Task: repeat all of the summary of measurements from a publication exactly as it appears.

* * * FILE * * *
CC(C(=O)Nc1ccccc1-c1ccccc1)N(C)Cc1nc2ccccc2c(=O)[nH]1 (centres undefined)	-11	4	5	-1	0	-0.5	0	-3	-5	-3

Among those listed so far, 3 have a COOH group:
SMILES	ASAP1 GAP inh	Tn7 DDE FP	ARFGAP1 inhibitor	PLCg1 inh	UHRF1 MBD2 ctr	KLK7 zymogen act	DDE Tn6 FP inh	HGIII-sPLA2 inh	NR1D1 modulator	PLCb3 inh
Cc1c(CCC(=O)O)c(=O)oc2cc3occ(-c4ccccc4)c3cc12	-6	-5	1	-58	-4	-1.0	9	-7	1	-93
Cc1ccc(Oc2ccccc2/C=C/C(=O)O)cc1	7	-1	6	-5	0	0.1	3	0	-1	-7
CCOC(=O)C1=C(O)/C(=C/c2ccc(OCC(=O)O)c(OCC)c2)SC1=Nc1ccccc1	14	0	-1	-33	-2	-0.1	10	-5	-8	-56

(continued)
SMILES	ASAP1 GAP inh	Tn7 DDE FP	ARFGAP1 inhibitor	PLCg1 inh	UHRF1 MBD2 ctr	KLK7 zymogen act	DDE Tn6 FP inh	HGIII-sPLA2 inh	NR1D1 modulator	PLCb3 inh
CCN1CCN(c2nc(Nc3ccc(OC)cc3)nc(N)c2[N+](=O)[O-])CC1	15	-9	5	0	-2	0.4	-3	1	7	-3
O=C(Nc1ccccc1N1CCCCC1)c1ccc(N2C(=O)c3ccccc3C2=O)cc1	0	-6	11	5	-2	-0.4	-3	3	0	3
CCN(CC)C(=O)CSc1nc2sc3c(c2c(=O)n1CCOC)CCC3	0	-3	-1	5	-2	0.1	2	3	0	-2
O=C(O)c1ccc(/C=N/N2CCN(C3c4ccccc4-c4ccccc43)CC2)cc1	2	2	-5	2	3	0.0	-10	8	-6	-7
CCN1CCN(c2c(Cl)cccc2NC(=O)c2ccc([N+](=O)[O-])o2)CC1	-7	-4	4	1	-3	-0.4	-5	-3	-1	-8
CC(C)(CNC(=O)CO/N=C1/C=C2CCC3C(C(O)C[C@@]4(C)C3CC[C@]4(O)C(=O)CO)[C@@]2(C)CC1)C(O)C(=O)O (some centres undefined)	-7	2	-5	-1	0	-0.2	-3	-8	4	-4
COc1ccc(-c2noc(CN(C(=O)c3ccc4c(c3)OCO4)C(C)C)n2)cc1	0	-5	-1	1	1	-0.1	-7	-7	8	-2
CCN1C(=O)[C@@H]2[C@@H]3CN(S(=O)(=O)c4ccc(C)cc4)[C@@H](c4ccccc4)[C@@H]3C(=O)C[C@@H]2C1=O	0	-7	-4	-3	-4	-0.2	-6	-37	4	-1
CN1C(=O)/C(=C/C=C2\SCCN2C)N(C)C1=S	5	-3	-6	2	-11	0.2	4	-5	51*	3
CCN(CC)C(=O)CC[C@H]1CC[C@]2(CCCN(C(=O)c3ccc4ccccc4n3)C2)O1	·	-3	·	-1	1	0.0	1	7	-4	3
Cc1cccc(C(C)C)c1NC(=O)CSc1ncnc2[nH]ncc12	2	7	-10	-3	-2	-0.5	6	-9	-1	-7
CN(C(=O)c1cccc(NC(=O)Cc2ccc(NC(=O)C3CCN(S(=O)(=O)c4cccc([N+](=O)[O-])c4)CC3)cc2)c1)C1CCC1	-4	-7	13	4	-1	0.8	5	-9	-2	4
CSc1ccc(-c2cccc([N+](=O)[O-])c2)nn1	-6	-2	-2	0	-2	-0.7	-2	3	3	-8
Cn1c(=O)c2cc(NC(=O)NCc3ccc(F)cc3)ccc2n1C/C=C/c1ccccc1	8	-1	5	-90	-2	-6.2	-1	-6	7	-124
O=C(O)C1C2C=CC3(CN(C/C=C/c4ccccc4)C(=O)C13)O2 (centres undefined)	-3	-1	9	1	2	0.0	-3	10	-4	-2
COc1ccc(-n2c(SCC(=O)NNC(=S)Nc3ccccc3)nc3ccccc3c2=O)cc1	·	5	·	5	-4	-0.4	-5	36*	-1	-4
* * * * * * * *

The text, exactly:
CC(C(=O)Nc1ccccc1-c1ccccc1)N(C)Cc1nc2ccccc2c(=O)[nH]1 (centres undefined)	-11	4	5	-1	0	-0.5	0	-3	-5	-3

Among those listed so far, 3 have a COOH group:
SMILES	ASAP1 GAP inh	Tn7 DDE FP	ARFGAP1 inhibitor	PLCg1 inh	UHRF1 MBD2 ctr	KLK7 zymogen act	DDE Tn6 FP inh	HGIII-sPLA2 inh	NR1D1 modulator	PLCb3 inh
Cc1c(CCC(=O)O)c(=O)oc2cc3occ(-c4ccccc4)c3cc12	-6	-5	1	-58	-4	-1.0	9	-7	1	-93
Cc1ccc(Oc2ccccc2/C=C/C(=O)O)cc1	7	-1	6	-5	0	0.1	3	0	-1	-7
CCOC(=O)C1=C(O)/C(=C/c2ccc(OCC(=O)O)c(OCC)c2)SC1=Nc1ccccc1	14	0	-1	-33	-2	-0.1	10	-5	-8	-56

(continued)
SMILES	ASAP1 GAP inh	Tn7 DDE FP	ARFGAP1 inhibitor	PLCg1 inh	UHRF1 MBD2 ctr	KLK7 zymogen act	DDE Tn6 FP inh	HGIII-sPLA2 inh	NR1D1 modulator	PLCb3 inh
CCN1CCN(c2nc(Nc3ccc(OC)cc3)nc(N)c2[N+](=O)[O-])CC1	15	-9	5	0	-2	0.4	-3	1	7	-3
O=C(Nc1ccccc1N1CCCCC1)c1ccc(N2C(=O)c3ccccc3C2=O)cc1	0	-6	11	5	-2	-0.4	-3	3	0	3
CCN(CC)C(=O)CSc1nc2sc3c(c2c(=O)n1CCOC)CCC3	0	-3	-1	5	-2	0.1	2	3	0	-2
O=C(O)c1ccc(/C=N/N2CCN(C3c4ccccc4-c4ccccc43)CC2)cc1	2	2	-5	2	3	0.0	-10	8	-6	-7
CCN1CCN(c2c(Cl)cccc2NC(=O)c2ccc([N+](=O)[O-])o2)CC1	-7	-4	4	1	-3	-0.4	-5	-3	-1	-8
CC(C)(CNC(=O)CO/N=C1/C=C2CCC3C(C(O)C[C@@]4(C)C3CC[C@]4(O)C(=O)CO)[C@@]2(C)CC1)C(O)C(=O)O (some centres undefined)	-7	2	-5	-1	0	-0.2	-3	-8	4	-4
COc1ccc(-c2noc(CN(C(=O)c3ccc4c(c3)OCO4)C(C)C)n2)cc1	0	-5	-1	1	1	-0.1	-7	-7	8	-2
CCN1C(=O)[C@@H]2[C@@H]3CN(S(=O)(=O)c4ccc(C)cc4)[C@@H](c4ccccc4)[C@@H]3C(=O)C[C@@H]2C1=O	0	-7	-4	-3	-4	-0.2	-6	-37	4	-1
CN1C(=O)/C(=C/C=C2\SCCN2C)N(C)C1=S	5	-3	-6	2	-11	0.2	4	-5	51*	3
CCN(CC)C(=O)CC[C@H]1CC[C@]2(CCCN(C(=O)c3ccc4ccccc4n3)C2)O1	·	-3	·	-1	1	0.0	1	7	-4	3
Cc1cccc(C(C)C)c1NC(=O)CSc1ncnc2[nH]ncc12	2	7	-10	-3	-2	-0.5	6	-9	-1	-7
CN(C(=O)c1cccc(NC(=O)Cc2ccc(NC(=O)C3CCN(S(=O)(=O)c4cccc([N+](=O)[O-])c4)CC3)cc2)c1)C1CCC1	-4	-7	13	4	-1	0.8	5	-9	-2	4
CSc1ccc(-c2cccc([N+](=O)[O-])c2)nn1	-6	-2	-2	0	-2	-0.7	-2	3	3	-8
Cn1c(=O)c2cc(NC(=O)NCc3ccc(F)cc3)ccc2n1C/C=C/c1ccccc1	8	-1	5	-90	-2	-6.2	-1	-6	7	-124
O=C(O)C1C2C=CC3(CN(C/C=C/c4ccccc4)C(=O)C13)O2 (centres undefined)	-3	-1	9	1	2	0.0	-3	10	-4	-2
COc1ccc(-n2c(SCC(=O)NNC(=S)Nc3ccccc3)nc3ccccc3c2=O)cc1	·	5	·	5	-4	-0.4	-5	36*	-1	-4